The district of Toyoma is the historical heart of Tome City. This compact and walkable town center is surrounded by sprawling agricultural areas and scenic wetlands that thousands of migratory birds call home each winter. Toyoma invites visitors to explore its cluster of historic buildings known as Meiji Village, to give visitors a glimpse of what life was like during the Meiji Period. The Meiji Period was a fascinating and turbulent time as Japan left behind its cloistered samurai past and rapidly adopted ideas and technologies from Europe and the United States.
Start at Toyoma no Sato, Toyoma’s tourist information center. The ¥900 economy ticket grants access to all Meiji Village buildings. For an additional fee you can dress the part as well, with a choice of old-fashioned dresses or Japanese hakama for wear within the Education Museum.
The most well-known facility is Tome Elementary School and Education Museum. Built in 1888 by architect Yamazoe Kisaburo and master carpenter Sato Asakichi, it is notable for its western-style U-shape. In each classroom you can learn about the history of Tome and even pose with life-sized mannequin students!
Close by is Shunrantei, a samurai residence with a traditional thatched roof. It was built more than two centuries ago, during the Edo period. Though the samurai who once lived here were highly ranked, one can see they lived a simple and frugal life by observing the slim pillars and narrow rooms of the residence. A museum here also displays artifacts related to the Date clan, the rulers of the region.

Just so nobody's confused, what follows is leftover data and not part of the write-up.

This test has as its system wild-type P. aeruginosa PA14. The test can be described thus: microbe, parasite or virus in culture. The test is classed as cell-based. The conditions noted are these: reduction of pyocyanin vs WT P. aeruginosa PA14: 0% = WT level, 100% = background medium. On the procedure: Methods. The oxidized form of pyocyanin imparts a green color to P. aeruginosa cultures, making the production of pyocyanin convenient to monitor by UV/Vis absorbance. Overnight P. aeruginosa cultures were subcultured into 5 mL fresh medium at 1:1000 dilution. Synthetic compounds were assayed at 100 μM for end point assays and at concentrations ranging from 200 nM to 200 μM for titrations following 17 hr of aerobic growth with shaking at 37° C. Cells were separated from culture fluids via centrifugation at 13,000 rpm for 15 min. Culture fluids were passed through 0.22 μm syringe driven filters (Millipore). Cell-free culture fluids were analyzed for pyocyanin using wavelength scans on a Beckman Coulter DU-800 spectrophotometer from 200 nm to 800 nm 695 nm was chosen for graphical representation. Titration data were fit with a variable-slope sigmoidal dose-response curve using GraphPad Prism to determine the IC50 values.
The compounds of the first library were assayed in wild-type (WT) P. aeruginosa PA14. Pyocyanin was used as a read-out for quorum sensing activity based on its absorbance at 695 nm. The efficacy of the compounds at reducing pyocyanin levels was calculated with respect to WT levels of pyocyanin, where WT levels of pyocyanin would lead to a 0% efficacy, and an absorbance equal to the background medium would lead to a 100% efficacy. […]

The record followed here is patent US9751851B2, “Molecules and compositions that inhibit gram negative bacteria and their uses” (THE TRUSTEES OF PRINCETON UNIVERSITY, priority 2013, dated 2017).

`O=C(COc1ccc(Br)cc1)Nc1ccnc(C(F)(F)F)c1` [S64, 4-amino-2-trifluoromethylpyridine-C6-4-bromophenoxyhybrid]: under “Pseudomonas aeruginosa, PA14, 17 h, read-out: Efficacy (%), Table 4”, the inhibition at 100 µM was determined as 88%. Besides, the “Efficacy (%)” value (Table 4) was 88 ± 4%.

Next is the Mizusawa Prefectural Office Memorial, the government building of Toyoma during the time when Toyoma existed as a separate prefecture (1871–1875). Its large wooden gate and building reveal a blend of architectural styles. After the prefecture was abolished, the building was used as an elementary school and later a court.
The second-to-last stop on the walking tour is the Police Museum. This is the only police museum in Japan. It is housed in a former police station dating back to 1889. The building is intriguingly built in a Western-style but with a Japanese-style tile roof. It displays police artifacts, including real police vehicles.
Rounding out the five buildings of the Meiji Village is Mori Butai Noh Theater. Toyoma Noh has a 400-year history, and this stage was built to return Noh to its roots as a performing art set in a forest. It was designed by Kengo Kuma, the architect behind the new stadiums being built for the 2020 Tokyo Olympics. Visitors can tour the building and view a collection of props used on the Noh stage. If you can, of course it’s best to go when you can actually catch a performance. The stage is illuminated at night for enchanting bonfire performances during the annual Toyoma Fall Festival on the third Saturday every September.
After savoring Tome’s history , how about sampling some of Tome’s signature foods?
Tsukayu (大衆食堂 つか勇) is the birthplace of Toyoma aburafu-don. Aburafu (deep-fried wheat gluten) is marinated in soy sauce and mirin, simmered with eggs and onion, then layered over rice. Another Tome specialty is hatto soup. It is warming and filling, with bits of chewy dough torn into ragged shapes that soak up the flavors of the broth.